At least, for all its problems, Batman v Superman was trying to do something different in the comic book movie genre. It was very misjudged, but Snyder was trying to bring the essence of the comic books to the big screen. This is just DC trying to do damage control after the backlash against Suicide Squad and Batman v Superman, yet they just ended up creating a really disjointed movie whose tone is all over the shop. One minute you’ll have The Flash spurting out Marvel-esque quips – which people have put down to Joss Whedon’s involvement – the next you’ll be watching a dark fight scene with lots of destructing in a remote location.
People said the Age of Heroes would never come again.
The best thing about Justice League is Gal Gadot’s Wonder Woman, but even she can’t save this movie from being a very dreary affair. Saying that it’s better than some of the previous movies in this current slate of DC Comics movies is not really a compliment because those movies were genuinely terrible, especially Suicide Squad. The only anomaly was Patty Jenkins’ Wonder Woman and that was because they were concentrating on making a good movie and weren’t trying to hastily build a cinematic universe. This is where the Snyder movies have failed. They’re too focused on competing with Marvel’s MCU and trying to make a cinematic universe of their own. The first thing they should have done is make sure the movies themselves are good, and then given time the expanded cinematic universe will build itself.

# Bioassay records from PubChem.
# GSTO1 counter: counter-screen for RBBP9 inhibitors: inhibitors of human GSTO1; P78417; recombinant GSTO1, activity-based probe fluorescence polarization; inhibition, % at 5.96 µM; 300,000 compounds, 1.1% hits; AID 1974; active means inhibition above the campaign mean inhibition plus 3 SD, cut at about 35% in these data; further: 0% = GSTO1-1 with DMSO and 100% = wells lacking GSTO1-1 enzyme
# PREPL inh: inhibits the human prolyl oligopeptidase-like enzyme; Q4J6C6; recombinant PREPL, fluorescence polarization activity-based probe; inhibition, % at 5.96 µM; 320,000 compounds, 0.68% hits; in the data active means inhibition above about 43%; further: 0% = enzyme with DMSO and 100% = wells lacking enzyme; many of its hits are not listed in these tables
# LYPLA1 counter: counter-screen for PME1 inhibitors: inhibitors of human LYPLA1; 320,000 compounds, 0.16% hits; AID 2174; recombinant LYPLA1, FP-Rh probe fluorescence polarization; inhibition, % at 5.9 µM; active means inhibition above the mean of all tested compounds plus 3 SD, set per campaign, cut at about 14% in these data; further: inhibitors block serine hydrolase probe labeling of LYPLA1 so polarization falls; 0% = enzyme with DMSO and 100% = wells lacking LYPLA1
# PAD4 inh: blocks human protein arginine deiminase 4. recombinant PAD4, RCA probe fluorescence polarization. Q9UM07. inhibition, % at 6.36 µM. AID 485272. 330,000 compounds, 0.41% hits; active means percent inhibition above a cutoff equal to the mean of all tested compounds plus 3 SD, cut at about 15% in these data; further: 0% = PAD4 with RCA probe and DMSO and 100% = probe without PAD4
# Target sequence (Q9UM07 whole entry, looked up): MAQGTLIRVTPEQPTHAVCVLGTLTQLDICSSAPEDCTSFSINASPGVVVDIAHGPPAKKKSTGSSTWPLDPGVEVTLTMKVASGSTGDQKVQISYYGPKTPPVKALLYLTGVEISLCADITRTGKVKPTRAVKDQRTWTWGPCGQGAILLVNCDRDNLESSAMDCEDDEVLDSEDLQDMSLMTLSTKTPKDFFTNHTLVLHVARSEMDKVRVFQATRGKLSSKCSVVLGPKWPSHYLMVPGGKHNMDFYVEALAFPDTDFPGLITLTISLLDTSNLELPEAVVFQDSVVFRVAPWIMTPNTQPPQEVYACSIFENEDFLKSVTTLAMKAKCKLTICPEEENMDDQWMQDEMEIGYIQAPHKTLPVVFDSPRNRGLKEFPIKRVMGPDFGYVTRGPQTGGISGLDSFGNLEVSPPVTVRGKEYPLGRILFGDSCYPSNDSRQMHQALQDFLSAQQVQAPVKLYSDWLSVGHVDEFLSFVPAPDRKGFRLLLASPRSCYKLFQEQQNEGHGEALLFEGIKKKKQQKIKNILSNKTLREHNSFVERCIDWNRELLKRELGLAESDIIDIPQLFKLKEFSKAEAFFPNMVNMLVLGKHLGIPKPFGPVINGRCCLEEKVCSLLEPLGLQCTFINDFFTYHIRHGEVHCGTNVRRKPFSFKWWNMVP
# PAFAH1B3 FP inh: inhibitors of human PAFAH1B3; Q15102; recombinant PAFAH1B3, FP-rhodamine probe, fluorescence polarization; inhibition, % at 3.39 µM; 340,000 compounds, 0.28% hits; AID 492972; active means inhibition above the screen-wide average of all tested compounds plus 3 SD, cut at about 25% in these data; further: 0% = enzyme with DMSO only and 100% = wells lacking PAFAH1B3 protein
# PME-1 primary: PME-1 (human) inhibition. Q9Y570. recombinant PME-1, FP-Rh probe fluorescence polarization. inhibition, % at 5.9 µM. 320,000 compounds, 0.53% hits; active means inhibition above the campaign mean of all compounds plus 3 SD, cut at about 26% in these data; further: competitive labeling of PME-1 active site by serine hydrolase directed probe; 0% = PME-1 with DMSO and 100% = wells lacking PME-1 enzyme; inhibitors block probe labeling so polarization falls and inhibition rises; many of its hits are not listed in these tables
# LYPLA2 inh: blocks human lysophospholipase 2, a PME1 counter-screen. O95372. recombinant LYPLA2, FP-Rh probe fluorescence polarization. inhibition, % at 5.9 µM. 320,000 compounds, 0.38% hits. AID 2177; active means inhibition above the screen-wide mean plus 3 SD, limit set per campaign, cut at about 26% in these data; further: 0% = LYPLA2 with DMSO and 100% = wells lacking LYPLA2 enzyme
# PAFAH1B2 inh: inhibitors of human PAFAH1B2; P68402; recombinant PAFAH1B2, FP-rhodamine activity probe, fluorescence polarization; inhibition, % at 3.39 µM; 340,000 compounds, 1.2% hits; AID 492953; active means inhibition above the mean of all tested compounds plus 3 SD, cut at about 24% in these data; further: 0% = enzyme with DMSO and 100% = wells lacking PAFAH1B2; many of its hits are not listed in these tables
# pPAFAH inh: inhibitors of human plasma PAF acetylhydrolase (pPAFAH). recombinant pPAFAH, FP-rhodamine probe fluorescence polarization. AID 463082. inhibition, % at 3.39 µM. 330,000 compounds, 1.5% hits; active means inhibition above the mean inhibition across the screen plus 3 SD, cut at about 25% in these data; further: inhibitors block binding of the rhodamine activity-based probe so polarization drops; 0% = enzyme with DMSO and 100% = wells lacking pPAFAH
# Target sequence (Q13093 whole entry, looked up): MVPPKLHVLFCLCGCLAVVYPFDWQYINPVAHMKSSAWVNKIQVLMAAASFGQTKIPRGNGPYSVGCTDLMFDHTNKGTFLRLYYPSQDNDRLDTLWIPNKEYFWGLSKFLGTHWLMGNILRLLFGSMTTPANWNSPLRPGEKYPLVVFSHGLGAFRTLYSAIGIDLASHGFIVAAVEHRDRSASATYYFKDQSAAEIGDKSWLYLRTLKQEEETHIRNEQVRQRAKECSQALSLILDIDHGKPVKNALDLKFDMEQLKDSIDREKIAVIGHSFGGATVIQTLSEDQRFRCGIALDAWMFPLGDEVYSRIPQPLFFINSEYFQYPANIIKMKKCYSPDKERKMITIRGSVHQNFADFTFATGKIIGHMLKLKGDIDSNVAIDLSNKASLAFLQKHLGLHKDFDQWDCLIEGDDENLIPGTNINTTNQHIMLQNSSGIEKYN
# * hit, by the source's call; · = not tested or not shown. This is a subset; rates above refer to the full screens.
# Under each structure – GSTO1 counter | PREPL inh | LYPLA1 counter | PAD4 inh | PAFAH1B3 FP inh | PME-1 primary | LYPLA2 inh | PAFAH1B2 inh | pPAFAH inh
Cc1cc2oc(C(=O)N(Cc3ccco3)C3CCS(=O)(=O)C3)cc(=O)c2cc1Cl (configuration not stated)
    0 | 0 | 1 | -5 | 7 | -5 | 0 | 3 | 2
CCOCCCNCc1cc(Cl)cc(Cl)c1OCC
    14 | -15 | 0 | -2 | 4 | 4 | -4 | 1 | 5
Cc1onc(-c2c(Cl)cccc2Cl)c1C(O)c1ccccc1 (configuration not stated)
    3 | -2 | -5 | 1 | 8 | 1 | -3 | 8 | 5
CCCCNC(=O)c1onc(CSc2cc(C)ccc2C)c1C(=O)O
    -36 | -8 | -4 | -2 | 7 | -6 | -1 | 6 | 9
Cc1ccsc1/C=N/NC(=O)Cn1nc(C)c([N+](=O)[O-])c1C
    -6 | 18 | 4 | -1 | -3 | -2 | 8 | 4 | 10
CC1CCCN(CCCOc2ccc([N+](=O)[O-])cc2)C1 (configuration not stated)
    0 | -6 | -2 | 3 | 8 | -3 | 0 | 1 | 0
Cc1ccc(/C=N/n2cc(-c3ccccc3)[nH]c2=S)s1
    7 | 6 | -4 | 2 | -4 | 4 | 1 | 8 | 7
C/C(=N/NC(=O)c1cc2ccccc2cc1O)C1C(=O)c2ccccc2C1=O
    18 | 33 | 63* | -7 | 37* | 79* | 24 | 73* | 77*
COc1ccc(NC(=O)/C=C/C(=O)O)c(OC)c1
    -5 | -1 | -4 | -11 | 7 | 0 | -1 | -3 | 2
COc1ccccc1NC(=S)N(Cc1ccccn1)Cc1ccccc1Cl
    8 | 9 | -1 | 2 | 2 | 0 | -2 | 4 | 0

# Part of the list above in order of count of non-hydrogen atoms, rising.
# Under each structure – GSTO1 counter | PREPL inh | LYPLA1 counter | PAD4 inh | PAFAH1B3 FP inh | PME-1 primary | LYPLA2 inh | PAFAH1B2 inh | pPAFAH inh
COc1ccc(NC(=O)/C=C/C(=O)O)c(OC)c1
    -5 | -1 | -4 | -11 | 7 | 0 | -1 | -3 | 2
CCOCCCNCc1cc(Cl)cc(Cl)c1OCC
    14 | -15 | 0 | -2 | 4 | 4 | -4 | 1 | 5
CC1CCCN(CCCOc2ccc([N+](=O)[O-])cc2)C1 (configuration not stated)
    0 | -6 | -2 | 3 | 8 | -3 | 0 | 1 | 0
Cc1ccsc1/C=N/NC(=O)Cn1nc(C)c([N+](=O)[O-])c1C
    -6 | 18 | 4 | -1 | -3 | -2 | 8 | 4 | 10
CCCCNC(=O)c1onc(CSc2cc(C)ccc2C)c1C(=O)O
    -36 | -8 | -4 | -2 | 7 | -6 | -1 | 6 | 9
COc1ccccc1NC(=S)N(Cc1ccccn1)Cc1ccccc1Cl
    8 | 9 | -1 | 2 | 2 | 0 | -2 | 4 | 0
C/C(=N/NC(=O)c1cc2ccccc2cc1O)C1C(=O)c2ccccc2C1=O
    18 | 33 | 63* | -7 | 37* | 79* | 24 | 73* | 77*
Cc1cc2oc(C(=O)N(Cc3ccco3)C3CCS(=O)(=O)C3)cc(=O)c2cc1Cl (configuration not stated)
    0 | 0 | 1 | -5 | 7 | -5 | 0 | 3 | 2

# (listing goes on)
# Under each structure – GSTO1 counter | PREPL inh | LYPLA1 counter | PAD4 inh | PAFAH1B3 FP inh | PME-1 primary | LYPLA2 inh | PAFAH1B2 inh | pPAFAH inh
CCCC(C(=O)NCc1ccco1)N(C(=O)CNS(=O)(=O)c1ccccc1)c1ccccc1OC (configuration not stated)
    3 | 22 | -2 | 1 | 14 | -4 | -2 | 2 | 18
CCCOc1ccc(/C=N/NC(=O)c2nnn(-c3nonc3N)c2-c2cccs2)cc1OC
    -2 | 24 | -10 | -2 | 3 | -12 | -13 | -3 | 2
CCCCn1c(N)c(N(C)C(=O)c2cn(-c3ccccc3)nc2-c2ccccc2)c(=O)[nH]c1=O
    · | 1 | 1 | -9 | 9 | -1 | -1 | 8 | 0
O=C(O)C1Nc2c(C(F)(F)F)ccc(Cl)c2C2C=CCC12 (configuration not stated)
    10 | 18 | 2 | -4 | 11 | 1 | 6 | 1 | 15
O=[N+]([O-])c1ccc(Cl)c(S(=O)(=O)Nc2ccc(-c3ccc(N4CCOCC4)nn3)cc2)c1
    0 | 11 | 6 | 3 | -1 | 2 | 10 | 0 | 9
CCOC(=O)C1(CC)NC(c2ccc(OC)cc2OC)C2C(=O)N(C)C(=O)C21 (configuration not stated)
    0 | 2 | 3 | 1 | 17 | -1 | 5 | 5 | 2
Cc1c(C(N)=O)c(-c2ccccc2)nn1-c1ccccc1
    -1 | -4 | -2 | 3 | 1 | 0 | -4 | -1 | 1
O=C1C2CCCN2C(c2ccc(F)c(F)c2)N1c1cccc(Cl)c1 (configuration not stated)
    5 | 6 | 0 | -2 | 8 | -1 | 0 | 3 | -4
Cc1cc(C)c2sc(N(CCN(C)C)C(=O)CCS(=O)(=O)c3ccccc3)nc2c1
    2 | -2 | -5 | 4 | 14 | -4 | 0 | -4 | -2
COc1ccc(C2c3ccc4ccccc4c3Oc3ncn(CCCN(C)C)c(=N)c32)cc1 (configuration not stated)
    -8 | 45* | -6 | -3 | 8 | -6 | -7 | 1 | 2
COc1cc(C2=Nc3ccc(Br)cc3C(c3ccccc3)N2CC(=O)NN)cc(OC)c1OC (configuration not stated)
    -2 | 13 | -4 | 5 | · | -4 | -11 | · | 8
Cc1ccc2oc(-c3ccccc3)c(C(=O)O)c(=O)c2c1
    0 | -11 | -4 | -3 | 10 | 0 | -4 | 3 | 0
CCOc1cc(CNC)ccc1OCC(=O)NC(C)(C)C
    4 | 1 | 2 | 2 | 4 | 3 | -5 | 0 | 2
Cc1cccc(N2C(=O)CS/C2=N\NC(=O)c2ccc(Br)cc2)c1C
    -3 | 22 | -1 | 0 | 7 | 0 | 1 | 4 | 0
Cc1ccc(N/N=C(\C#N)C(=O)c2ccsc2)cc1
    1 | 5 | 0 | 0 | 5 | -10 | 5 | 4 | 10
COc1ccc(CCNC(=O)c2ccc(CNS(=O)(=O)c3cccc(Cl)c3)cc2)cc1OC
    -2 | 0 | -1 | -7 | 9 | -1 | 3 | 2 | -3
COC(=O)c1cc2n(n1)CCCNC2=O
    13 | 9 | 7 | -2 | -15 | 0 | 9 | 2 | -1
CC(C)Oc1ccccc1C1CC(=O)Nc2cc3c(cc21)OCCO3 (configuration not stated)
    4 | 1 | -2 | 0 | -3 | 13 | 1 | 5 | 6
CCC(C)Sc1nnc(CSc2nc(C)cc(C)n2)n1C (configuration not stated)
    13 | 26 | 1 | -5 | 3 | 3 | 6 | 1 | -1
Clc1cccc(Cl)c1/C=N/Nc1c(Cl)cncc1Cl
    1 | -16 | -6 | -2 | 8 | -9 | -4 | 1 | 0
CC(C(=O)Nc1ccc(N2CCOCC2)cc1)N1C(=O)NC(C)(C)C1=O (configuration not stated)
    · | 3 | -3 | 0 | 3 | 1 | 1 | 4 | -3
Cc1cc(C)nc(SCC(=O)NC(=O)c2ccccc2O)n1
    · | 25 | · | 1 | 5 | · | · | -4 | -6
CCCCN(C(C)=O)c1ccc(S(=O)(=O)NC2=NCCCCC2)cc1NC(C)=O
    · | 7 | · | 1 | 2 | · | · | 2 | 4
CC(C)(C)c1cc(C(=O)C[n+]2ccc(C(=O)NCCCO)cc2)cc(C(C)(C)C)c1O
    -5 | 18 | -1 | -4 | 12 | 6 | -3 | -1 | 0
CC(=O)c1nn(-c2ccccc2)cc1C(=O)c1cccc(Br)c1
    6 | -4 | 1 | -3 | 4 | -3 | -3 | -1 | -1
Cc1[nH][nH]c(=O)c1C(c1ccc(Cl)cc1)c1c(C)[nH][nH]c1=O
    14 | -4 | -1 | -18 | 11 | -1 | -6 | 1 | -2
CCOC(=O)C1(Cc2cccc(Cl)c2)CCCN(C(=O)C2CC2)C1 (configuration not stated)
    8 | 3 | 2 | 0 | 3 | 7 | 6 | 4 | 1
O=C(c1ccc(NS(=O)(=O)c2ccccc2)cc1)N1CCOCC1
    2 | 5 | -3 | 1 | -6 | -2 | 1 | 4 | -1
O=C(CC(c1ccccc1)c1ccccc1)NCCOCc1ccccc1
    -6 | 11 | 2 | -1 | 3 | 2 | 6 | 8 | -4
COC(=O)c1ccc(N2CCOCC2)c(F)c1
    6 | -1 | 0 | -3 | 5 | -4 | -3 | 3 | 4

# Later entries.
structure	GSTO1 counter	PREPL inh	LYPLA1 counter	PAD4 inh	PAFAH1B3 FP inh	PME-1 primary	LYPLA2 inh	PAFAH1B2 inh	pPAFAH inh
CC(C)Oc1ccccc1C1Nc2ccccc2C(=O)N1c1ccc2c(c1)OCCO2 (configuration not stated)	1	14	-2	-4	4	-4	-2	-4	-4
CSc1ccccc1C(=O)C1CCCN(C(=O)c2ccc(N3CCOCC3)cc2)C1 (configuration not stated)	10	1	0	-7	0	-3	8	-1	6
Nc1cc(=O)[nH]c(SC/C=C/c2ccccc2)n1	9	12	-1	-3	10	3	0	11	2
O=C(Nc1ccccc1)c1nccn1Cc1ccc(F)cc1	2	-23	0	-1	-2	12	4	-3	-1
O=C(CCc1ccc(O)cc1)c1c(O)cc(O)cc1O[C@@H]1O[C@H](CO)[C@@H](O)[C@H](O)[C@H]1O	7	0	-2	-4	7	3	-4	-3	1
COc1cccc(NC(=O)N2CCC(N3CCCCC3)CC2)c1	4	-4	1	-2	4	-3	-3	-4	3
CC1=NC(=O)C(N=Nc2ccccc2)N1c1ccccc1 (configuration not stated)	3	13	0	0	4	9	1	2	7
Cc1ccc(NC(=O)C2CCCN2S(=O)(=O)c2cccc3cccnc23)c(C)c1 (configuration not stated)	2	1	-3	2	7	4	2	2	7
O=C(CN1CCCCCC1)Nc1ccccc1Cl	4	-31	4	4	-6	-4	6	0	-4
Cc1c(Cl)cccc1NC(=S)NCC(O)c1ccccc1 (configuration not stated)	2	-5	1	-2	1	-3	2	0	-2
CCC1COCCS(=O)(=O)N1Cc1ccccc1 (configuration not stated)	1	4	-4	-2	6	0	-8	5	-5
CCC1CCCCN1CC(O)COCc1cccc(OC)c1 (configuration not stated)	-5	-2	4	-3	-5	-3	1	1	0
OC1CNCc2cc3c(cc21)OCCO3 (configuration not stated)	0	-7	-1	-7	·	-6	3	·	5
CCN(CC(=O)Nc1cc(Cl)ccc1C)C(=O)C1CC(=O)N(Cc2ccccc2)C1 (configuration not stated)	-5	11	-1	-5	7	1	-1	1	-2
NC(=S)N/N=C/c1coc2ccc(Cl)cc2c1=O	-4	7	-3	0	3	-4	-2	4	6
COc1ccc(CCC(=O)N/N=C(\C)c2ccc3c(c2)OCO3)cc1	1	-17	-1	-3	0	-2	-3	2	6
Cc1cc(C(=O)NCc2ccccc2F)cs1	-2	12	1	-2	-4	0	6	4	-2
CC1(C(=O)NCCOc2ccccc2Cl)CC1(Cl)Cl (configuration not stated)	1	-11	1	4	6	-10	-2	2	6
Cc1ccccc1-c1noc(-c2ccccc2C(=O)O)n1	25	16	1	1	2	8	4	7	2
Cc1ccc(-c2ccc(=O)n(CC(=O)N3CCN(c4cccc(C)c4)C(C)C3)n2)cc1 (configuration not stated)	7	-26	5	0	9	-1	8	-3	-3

But going back to Justice League, it’s unfathomable to me how the film’s CGI has ended up looking so shoddy given the film’s budget (reportedly around $300 million). I would have never dreamt that I was going to say that there are large chunks of Justice League that look a total mess. Steppenwolf is awful. He looks more like Bobby the House Elf than an evil conqueror of worlds. There’s an underwater scene in Atlantis that’s unbearably ugly and then there are The Flash’s ‘fast-running’ scenes which look like they’ve been taken right out of the superhero’s The CW TV show. It also looks like nobody thought Ezra Miller how to run properly. Surely ‘the fastest man alive’ would have figured out the optimal way to run last. He should be dynamic, yet this running style is lumbering and awkward.